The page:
Philosophy and Economics BA
This three-year programme aims to provide an understanding of a range of central philosophical debates, together with a detailed education in economics. All major areas of philosophy are available for study, and the programme is run jointly with the highly regarded UCL Economics, where half your modules are taken.
Covid-19 programme updates
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- UCAS code
Full-time: 3 years
- Application deadline
- 29 January 2021
- London, Bloomsbury
- Mathematics A* required.
- English Language at grade B or 6, plus Mathematics at grade C or 5.
- A*BB (more about contextual offers)
- Mathematics A* required.
- English Language at grade B or 6, plus Mathematics at grade C or 5.
- A total of 19 points in three higher level subjects including Mathematics grade 7, with no score below 5.
- 36 (more about contextual offers)
- A total of 17 points in three higher level subjects including Mathematics grade 7, with no score below 5.
UK applicants qualifications
For entry requirements with other UK qualifications accepted by UCL, choose your qualification from the list below:
Not acceptable for entrance to this programme.
Pass in Access to HE Diploma, with a minimum of 28 credits awarded with Distinction in the Level 3 units, the remainder of the Level 3 units awarded with Merit. Please note, where subject specific requirements are stipulated at A level we may review your Access to HE syllabus to ensure you meet the subject specific requirements prior to a final decision being communicated.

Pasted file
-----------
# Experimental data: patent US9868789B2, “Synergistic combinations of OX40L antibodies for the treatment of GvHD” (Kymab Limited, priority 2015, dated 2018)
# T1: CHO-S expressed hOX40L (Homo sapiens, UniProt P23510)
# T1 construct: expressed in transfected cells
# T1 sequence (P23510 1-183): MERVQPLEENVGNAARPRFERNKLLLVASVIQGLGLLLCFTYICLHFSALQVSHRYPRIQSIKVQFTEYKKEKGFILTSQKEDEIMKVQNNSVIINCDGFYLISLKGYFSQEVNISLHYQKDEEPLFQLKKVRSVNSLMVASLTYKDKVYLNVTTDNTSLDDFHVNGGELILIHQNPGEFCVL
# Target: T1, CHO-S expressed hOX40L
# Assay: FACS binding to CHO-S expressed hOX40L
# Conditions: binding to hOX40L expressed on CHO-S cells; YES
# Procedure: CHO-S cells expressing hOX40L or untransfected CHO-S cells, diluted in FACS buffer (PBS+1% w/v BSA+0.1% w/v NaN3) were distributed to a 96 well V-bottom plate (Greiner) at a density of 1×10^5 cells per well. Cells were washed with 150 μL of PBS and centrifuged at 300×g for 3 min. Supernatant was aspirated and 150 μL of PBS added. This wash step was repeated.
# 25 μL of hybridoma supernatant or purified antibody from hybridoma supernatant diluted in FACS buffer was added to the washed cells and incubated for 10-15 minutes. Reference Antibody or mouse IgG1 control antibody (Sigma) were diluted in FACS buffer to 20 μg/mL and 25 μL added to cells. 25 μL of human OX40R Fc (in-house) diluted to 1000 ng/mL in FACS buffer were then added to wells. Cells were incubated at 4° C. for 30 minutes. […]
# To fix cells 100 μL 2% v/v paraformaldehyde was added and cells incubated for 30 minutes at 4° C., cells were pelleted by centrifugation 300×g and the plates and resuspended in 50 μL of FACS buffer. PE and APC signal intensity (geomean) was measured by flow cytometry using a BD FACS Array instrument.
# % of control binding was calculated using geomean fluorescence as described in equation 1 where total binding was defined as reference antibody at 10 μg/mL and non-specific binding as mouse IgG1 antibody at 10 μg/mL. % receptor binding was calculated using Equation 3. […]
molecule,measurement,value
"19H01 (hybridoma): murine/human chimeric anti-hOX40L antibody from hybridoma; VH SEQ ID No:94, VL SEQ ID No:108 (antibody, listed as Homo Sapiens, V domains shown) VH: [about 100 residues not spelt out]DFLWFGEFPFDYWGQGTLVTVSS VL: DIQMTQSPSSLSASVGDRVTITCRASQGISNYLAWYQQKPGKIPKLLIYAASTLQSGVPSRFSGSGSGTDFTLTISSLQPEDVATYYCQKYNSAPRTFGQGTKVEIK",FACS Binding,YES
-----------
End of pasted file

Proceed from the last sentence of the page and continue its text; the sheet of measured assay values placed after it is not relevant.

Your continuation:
D2,D3,D3 in three Cambridge Pre-U Principal Subjects. Mathematics required at D2
A1,A,A at Advanced Highers (or A1,A at Advanced Higher and A,A,A at Higher). Mathematics A1 required at Advanced Higher.
Successful completion of the WBQ Advanced Skills Challenge Certificate plus 2 GCE A-Levels at grades A*AA, including Mathematics at A*.
In addition to A level and International Baccalaureate, UCL considers a wide range of international qualifications for entry to its undergraduate degree programmes.
Undergraduate Preparatory Certificates
UCL Undergraduate Preparatory Certificates (UPCs) are intensive one-year foundation courses for international students of high academic potential who are aiming to gain access to undergraduate degree programmes at UCL and other top UK universities.
Typical UPC students will be high achievers in a 12-year school system which does not meet the standard required for direct entry to UCL.
For more information see: www.ucl.ac.uk/upc.
English language requirements
If your education has not been conducted in the English language, you will be expected to demonstrate evidence of an adequate level of English proficiency. Information about the evidence required, acceptable qualifications and test providers can be found on our English language requirements page.
The English language level for this programme is: Advanced
A variety of English language programmes are offered at the UCL Centre for Languages & International Education.
UCL Philosophy has consistently been in the top ten for philosophy in the QS World University Rankings by Subject. The research interests of the academic staff are wide-ranging, covering all the main areas of philosophy.